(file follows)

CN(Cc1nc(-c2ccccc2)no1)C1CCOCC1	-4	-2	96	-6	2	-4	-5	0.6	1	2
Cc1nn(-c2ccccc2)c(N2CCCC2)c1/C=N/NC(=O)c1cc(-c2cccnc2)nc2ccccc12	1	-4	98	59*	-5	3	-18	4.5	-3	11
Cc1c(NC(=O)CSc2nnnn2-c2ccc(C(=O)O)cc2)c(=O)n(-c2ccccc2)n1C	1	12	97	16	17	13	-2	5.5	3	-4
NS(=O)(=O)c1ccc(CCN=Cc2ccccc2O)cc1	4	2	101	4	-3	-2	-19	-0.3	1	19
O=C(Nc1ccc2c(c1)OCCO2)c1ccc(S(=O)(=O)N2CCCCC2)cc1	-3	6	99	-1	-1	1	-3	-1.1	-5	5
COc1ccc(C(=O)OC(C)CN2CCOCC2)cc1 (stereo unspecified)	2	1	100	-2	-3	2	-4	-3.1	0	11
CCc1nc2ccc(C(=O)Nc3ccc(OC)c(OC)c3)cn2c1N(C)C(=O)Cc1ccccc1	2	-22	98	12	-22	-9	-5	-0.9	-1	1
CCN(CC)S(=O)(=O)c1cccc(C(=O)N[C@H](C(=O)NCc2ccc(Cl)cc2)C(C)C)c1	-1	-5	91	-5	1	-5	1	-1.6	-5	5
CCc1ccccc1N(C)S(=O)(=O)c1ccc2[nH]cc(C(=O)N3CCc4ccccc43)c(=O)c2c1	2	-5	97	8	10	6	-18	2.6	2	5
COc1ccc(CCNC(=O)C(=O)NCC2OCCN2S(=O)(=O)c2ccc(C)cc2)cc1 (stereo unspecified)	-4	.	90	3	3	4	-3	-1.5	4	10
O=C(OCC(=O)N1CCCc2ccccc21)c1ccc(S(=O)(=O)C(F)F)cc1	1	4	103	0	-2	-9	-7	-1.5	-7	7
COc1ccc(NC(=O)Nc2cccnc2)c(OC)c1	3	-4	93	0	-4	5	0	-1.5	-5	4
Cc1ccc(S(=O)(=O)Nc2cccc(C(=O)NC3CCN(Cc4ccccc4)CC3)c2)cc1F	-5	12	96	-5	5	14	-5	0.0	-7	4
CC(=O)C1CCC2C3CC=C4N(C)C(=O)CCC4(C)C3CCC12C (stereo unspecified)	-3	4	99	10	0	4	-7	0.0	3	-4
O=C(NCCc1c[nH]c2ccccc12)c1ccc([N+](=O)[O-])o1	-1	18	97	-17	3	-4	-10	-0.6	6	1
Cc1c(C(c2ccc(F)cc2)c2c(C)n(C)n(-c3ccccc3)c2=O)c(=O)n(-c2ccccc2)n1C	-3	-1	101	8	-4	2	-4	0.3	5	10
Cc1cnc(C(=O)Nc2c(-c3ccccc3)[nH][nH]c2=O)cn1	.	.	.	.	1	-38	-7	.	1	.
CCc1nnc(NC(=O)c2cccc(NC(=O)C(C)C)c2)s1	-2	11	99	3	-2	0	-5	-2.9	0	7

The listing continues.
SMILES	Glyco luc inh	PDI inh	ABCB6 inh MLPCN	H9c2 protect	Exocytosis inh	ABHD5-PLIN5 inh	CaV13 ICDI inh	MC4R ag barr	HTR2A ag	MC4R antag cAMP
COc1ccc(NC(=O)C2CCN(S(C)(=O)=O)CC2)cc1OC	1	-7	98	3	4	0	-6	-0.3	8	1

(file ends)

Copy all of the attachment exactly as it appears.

CN(Cc1nc(-c2ccccc2)no1)C1CCOCC1	-4	-2	96	-6	2	-4	-5	0.6	1	2
Cc1nn(-c2ccccc2)c(N2CCCC2)c1/C=N/NC(=O)c1cc(-c2cccnc2)nc2ccccc12	1	-4	98	59*	-5	3	-18	4.5	-3	11
Cc1c(NC(=O)CSc2nnnn2-c2ccc(C(=O)O)cc2)c(=O)n(-c2ccccc2)n1C	1	12	97	16	17	13	-2	5.5	3	-4
NS(=O)(=O)c1ccc(CCN=Cc2ccccc2O)cc1	4	2	101	4	-3	-2	-19	-0.3	1	19
O=C(Nc1ccc2c(c1)OCCO2)c1ccc(S(=O)(=O)N2CCCCC2)cc1	-3	6	99	-1	-1	1	-3	-1.1	-5	5
COc1ccc(C(=O)OC(C)CN2CCOCC2)cc1 (stereo unspecified)	2	1	100	-2	-3	2	-4	-3.1	0	11
CCc1nc2ccc(C(=O)Nc3ccc(OC)c(OC)c3)cn2c1N(C)C(=O)Cc1ccccc1	2	-22	98	12	-22	-9	-5	-0.9	-1	1
CCN(CC)S(=O)(=O)c1cccc(C(=O)N[C@H](C(=O)NCc2ccc(Cl)cc2)C(C)C)c1	-1	-5	91	-5	1	-5	1	-1.6	-5	5
CCc1ccccc1N(C)S(=O)(=O)c1ccc2[nH]cc(C(=O)N3CCc4ccccc43)c(=O)c2c1	2	-5	97	8	10	6	-18	2.6	2	5
COc1ccc(CCNC(=O)C(=O)NCC2OCCN2S(=O)(=O)c2ccc(C)cc2)cc1 (stereo unspecified)	-4	.	90	3	3	4	-3	-1.5	4	10
O=C(OCC(=O)N1CCCc2ccccc21)c1ccc(S(=O)(=O)C(F)F)cc1	1	4	103	0	-2	-9	-7	-1.5	-7	7
COc1ccc(NC(=O)Nc2cccnc2)c(OC)c1	3	-4	93	0	-4	5	0	-1.5	-5	4
Cc1ccc(S(=O)(=O)Nc2cccc(C(=O)NC3CCN(Cc4ccccc4)CC3)c2)cc1F	-5	12	96	-5	5	14	-5	0.0	-7	4
CC(=O)C1CCC2C3CC=C4N(C)C(=O)CCC4(C)C3CCC12C (stereo unspecified)	-3	4	99	10	0	4	-7	0.0	3	-4
O=C(NCCc1c[nH]c2ccccc12)c1ccc([N+](=O)[O-])o1	-1	18	97	-17	3	-4	-10	-0.6	6	1
Cc1c(C(c2ccc(F)cc2)c2c(C)n(C)n(-c3ccccc3)c2=O)c(=O)n(-c2ccccc2)n1C	-3	-1	101	8	-4	2	-4	0.3	5	10
Cc1cnc(C(=O)Nc2c(-c3ccccc3)[nH][nH]c2=O)cn1	.	.	.	.	1	-38	-7	.	1	.
CCc1nnc(NC(=O)c2cccc(NC(=O)C(C)C)c2)s1	-2	11	99	3	-2	0	-5	-2.9	0	7

The listing continues.
SMILES	Glyco luc inh	PDI inh	ABCB6 inh MLPCN	H9c2 protect	Exocytosis inh	ABHD5-PLIN5 inh	CaV13 ICDI inh	MC4R ag barr	HTR2A ag	MC4R antag cAMP
COc1ccc(NC(=O)C2CCN(S(C)(=O)=O)CC2)cc1OC	1	-7	98	3	4	0	-6	-0.3	8	1